By Sarah Readdean
Boston University News Service
With concerns circulating about low voter turnout in the Boston elections, community groups turned out to the polls for one last chance to influence voters and push for policies that have been talking points throughout the campaign season, including Boston Public Schools and housing.
Three members of the Ward 12 Democratic Committee waited outside Reverend Martin Luther King Jr. Towers in Roxbury to encourage residents to vote for incumbent Julia Mejia for Boston City Council at large.
Mejia is running on a platform of accessibility, accountability, transparency and civic engagement against seven other candidates to keep her seat on the City Council.
Mejia told Boston University News Service over the phone that in her first term, which she won in 2019 by a single vote after a three-day recount, she has been working to “[give] people back the power.” She became the first Latina member of the Council after that first election in 2019.
“I have no problem calling things out,” Mejia said. “I have the biggest mouth.”
Andrea Walker, one of the Ward 12 Democratic Committee members, said Mejia has been active in the community.
“She’s the one who’s out here hands-on. She answers the phone calls. She’s in the community,” Walker said. “She’s really doing the work.”
Mia McIlvaine, who was also with Ward 12, said campaigning outside the polling station is important because it can direct the decision of undecided voters.
“If they see you out here in the morning [of the election],” McIlvaine said. “They know [the candidate] is doing a good job.”
Boston voters also faced three ballot initiatives. Although nonbinding, Question 3, which would switch the Boston School Committee from appointed members to elected members, proved a touchpoint with voters.
LaTanya Maxwell voted in favor of Question 3, saying residents should be able to have a say in who oversees the schools.
“At the end of the day it’s our kids, not the kids of the elected officials,” Maxwell said. “But at the same time I feel like the parents need to do more. It starts with the students, parents, then up the ladder.”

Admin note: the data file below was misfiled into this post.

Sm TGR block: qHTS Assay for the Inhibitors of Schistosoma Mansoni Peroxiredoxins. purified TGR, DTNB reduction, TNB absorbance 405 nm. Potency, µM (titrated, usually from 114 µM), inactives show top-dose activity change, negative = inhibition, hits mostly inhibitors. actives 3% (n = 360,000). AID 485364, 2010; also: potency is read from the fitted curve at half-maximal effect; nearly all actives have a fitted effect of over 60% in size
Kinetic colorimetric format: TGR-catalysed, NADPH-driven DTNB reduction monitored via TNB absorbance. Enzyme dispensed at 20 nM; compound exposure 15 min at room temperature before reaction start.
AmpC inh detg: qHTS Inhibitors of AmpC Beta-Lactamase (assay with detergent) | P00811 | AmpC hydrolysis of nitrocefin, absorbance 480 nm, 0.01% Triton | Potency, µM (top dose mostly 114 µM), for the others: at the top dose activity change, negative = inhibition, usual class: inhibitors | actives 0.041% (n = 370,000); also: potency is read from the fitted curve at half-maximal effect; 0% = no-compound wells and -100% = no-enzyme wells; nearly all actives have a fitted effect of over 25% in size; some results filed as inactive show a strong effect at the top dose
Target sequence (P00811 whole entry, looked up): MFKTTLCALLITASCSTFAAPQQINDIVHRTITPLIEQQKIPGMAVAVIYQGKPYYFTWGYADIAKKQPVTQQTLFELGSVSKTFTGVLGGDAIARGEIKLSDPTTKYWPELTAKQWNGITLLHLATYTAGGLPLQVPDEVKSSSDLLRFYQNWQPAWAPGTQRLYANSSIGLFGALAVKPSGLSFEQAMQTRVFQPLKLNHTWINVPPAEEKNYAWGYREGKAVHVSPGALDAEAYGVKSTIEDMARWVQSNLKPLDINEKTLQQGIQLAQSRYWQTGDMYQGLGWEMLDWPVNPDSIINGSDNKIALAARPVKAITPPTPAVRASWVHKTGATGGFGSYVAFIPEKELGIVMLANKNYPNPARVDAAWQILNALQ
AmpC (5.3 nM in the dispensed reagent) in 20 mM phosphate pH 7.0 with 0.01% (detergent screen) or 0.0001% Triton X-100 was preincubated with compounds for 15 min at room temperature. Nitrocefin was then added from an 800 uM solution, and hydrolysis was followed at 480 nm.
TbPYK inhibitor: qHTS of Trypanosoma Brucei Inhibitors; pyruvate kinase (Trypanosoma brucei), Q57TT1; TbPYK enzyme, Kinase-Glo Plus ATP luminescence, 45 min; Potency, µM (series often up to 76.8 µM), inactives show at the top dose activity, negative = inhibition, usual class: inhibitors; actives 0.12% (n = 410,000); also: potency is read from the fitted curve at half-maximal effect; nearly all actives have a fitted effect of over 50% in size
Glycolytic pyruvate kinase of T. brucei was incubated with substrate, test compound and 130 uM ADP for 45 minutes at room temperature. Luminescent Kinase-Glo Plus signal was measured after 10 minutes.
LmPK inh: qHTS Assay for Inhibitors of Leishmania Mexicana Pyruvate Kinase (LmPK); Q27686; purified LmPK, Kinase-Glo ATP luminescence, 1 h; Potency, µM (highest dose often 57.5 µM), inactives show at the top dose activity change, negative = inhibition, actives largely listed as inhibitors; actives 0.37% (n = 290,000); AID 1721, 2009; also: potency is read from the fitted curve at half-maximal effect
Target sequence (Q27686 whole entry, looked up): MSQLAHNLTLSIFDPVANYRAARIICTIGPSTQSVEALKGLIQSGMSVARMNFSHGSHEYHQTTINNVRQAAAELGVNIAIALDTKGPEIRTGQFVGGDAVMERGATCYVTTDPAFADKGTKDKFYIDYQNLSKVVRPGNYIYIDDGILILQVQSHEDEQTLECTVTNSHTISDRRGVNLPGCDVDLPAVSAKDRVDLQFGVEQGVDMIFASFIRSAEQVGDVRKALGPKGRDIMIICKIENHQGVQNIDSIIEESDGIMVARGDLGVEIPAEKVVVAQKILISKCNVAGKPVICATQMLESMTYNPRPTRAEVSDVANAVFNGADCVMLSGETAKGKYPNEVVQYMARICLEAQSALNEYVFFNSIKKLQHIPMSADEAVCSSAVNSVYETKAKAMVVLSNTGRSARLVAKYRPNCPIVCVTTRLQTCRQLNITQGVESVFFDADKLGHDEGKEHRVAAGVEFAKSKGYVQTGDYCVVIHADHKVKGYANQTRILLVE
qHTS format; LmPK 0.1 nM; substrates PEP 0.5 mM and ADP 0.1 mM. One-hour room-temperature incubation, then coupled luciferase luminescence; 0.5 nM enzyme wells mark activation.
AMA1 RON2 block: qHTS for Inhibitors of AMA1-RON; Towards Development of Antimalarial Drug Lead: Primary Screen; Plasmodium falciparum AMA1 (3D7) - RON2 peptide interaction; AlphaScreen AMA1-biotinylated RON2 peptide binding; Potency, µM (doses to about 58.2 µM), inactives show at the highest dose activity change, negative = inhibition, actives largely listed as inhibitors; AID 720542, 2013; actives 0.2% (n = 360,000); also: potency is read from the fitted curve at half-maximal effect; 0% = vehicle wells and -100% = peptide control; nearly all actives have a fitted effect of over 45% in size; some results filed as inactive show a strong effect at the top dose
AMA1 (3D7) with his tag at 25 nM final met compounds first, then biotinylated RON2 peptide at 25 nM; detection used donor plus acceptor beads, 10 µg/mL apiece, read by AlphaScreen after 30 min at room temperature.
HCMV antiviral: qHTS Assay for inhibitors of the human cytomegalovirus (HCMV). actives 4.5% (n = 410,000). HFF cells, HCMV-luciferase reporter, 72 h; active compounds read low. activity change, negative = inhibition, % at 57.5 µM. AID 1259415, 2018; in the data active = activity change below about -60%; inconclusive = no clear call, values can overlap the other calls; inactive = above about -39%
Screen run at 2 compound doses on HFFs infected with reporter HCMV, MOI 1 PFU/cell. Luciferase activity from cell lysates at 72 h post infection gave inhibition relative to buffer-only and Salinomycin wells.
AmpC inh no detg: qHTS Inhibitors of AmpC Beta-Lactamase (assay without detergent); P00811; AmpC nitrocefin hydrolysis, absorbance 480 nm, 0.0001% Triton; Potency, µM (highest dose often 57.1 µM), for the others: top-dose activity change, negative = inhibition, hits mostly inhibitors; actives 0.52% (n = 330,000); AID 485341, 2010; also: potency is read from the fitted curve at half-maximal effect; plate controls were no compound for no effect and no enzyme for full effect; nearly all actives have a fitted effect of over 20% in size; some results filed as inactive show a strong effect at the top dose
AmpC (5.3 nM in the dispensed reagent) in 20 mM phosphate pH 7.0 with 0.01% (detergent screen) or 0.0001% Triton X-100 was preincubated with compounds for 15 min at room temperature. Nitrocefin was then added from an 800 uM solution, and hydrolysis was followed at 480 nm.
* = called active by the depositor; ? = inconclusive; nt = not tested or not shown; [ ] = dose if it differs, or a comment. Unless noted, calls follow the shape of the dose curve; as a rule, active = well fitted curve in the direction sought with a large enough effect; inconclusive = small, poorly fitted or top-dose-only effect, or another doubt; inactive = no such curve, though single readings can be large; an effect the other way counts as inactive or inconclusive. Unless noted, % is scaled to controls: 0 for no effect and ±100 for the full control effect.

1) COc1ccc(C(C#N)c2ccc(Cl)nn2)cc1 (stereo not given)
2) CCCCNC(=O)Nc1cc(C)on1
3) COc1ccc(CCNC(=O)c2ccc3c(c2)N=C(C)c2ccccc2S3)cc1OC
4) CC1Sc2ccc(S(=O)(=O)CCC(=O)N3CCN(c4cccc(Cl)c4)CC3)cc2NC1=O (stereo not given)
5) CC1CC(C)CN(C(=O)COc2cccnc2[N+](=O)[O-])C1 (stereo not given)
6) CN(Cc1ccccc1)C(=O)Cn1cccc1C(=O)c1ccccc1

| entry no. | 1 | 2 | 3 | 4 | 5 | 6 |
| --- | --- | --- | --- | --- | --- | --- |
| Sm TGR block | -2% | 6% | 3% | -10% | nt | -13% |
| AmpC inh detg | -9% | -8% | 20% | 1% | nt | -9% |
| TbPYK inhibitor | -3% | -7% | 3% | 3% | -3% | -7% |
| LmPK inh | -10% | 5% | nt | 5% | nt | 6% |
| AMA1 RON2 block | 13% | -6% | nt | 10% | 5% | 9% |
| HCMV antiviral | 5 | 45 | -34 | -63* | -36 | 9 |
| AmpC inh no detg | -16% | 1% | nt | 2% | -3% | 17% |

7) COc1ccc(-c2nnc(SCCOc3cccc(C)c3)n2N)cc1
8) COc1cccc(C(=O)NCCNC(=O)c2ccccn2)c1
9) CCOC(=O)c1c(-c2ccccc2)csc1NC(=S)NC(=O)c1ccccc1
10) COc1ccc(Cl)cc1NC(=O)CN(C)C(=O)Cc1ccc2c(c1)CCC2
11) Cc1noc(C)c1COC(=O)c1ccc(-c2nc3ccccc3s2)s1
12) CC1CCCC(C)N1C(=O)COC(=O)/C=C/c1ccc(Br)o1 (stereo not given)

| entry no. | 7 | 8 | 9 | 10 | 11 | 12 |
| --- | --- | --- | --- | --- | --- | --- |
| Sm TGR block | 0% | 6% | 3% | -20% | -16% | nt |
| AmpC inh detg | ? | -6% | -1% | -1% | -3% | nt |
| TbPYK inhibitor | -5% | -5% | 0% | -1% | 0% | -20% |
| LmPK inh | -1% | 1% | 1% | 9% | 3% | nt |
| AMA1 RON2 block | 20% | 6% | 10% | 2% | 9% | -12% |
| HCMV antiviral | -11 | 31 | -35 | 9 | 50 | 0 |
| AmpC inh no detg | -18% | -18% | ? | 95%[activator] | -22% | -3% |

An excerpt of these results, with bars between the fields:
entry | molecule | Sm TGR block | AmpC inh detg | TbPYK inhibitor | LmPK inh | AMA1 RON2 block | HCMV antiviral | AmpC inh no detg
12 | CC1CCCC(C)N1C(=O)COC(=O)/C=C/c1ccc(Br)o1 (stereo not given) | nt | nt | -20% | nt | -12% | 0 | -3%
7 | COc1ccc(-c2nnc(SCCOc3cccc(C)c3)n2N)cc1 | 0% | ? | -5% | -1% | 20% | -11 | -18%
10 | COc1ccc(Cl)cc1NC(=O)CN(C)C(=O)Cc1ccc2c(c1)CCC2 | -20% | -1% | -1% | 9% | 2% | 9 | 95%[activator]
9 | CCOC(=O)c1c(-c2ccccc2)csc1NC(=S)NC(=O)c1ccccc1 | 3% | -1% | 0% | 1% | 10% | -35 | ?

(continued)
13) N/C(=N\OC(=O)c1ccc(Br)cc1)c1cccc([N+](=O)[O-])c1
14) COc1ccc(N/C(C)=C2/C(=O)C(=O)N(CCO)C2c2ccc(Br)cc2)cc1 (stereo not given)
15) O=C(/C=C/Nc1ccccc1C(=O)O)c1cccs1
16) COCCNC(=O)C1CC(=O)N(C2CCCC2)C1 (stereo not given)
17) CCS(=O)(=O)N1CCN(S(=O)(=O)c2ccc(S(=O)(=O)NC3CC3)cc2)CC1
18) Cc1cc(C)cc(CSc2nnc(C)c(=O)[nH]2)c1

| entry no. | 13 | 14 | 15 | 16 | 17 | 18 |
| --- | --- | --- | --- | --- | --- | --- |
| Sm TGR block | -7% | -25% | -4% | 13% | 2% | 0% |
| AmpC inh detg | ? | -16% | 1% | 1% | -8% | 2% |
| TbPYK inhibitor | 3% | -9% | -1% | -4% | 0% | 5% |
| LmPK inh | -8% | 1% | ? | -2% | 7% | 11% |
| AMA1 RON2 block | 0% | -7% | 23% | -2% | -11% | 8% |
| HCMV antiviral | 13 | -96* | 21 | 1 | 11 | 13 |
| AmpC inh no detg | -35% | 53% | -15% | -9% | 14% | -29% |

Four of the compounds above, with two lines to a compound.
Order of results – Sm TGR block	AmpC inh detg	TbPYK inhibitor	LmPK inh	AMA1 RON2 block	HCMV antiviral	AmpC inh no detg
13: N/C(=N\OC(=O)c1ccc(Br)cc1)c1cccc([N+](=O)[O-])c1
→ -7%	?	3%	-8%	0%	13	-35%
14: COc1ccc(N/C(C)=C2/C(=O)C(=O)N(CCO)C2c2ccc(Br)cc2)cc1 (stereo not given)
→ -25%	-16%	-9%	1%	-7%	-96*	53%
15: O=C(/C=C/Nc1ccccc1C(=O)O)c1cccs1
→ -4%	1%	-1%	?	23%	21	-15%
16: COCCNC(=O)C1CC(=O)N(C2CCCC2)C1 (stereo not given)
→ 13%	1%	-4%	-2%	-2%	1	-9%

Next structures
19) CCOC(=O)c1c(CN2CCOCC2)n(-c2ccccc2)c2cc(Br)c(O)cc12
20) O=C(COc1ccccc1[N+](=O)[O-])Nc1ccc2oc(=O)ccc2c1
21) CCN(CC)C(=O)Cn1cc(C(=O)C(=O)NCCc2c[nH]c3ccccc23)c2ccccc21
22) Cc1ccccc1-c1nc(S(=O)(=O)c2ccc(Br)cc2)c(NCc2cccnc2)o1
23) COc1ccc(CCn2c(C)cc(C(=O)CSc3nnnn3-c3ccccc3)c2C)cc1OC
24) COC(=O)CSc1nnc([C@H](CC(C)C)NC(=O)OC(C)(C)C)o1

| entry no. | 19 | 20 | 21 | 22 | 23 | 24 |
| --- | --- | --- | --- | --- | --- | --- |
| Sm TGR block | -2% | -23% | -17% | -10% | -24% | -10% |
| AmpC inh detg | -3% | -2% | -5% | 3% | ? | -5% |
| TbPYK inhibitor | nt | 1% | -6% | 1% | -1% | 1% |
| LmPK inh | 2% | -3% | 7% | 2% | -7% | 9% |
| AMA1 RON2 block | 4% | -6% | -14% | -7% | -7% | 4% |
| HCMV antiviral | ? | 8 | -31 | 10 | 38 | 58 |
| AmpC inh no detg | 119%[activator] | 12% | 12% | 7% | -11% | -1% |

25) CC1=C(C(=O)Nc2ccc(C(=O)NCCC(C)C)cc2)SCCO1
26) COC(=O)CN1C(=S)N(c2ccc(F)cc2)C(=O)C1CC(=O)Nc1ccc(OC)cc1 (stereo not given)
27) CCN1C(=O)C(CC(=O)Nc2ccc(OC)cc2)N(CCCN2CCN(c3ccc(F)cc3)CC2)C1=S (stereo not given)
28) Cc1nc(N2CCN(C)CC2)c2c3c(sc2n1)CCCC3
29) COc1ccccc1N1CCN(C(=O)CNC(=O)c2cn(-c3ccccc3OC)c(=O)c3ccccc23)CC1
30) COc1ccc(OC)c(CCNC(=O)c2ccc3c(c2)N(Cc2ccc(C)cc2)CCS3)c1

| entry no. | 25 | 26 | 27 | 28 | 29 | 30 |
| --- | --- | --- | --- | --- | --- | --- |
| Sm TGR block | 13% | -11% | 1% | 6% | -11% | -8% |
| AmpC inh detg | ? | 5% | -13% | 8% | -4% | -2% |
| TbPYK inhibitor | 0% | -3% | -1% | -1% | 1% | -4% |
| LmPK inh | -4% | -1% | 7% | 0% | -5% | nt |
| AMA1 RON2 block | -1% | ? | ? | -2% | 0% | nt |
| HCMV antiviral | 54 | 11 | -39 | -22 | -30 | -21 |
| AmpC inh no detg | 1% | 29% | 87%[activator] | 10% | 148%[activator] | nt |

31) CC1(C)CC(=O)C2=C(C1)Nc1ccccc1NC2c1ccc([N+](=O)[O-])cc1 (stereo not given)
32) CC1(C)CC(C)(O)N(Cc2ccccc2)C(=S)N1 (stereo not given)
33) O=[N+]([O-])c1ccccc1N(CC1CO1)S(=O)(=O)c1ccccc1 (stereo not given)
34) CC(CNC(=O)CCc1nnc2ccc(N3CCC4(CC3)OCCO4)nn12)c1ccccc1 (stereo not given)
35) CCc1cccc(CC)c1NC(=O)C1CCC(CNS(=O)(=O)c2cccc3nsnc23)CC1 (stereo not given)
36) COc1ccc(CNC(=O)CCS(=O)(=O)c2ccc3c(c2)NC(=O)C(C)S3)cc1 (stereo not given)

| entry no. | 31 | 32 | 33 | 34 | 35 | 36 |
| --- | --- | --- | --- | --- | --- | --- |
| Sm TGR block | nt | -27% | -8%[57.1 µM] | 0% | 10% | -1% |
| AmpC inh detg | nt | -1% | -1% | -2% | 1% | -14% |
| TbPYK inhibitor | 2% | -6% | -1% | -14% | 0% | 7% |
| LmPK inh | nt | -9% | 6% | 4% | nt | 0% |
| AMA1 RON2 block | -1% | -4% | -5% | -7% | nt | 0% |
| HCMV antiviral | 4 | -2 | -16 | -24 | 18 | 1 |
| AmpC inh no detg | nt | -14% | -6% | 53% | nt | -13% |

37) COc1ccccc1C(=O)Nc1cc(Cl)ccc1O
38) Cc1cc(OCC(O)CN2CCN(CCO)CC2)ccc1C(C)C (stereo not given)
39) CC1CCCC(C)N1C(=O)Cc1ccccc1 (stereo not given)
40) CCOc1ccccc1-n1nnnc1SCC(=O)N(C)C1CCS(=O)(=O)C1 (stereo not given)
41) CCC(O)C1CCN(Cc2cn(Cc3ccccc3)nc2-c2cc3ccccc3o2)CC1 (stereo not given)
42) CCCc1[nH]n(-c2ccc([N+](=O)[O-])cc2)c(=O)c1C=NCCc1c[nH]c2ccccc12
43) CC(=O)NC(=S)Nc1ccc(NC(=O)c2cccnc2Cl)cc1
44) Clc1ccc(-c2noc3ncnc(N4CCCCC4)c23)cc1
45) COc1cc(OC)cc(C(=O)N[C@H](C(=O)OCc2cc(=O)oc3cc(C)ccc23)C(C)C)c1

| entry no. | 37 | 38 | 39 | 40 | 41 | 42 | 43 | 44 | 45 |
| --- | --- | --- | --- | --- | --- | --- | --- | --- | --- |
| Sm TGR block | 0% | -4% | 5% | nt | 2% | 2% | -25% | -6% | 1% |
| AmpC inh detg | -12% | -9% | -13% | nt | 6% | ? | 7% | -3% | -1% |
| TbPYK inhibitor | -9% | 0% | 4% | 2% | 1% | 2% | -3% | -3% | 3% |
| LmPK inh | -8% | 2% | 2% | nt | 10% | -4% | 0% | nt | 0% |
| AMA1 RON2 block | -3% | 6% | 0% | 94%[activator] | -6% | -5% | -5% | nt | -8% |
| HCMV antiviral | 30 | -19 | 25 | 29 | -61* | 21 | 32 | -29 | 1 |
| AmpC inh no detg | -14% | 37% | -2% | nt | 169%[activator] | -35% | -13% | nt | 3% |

Maxwell also said she believes colleges should give back to the communities around them.
“Universities could do more to help the city, especially because Boston is such a big college and university town,” Maxwell said. “Why not do something for the residents?”
She suggested colleges offer ESL programs and computer classes, among other things, for people in the residential areas surrounding the schools. Because universities are tax-exempt, she said, they should be able to give support.
For Lucille Jones, the biggest issue in Roxbury regards housing, specifically gentrification, developers and affordable housing.
“Who gets to live here? Who gets to stay? Who has to leave?” Jones said, explaining that she voted for Michelle Wu for Boston Mayor because “she’s doing a lot.”
“[Wu] is more visible,” Jones said. “I don’t think I’ve seen Annissa [Essaibi George] in terms of visibility.”
Joao DePina was outside Roxbury’s John A. Shelburne Recreation Center as part of the D7 Alliance Boston. The nonpartisan group of D7 candidates formed a few weeks ago. DePina ran for the District 7 City Council seat but lost in the September primary.
The Alliance traveled to different polling stations to increase civic engagement and voter turnout.
“Black and Brown communities, they don’t like to vote no more,” DePina said. “A lot of the younger generation, they just don’t give a [explitive] about voting anymore.”
Marisa Luse, also with D7 Alliance, said District 7 has low voter turnout and that there is “a lack of trust in the system.” Luse also ran for the seat in September.
“They don’t trust that when [they] do show up that it’s going to matter,” Luse said. “Not participating is not helping us.”
Members of the Alliance discussed the importance of mental health support for the community.
“All the candidates have mentioned it,” former candidate Brandy Brooks said. “But I can’t say I’ve seen one candidate with one mental health platform.”
Brooks added that mental health is a challenge for those working on campaigns. “It’s a lot of toll on you,” she said of the time, stress, money and focus required.
DePina said mental health covers day-to-day mental health, drug use, PTSD, the homeless population, and more.
“The City of Boston needs to identify what mental health looks like and what a criminal looks like,” he said.
Polls close at 8 p.m. in Boston.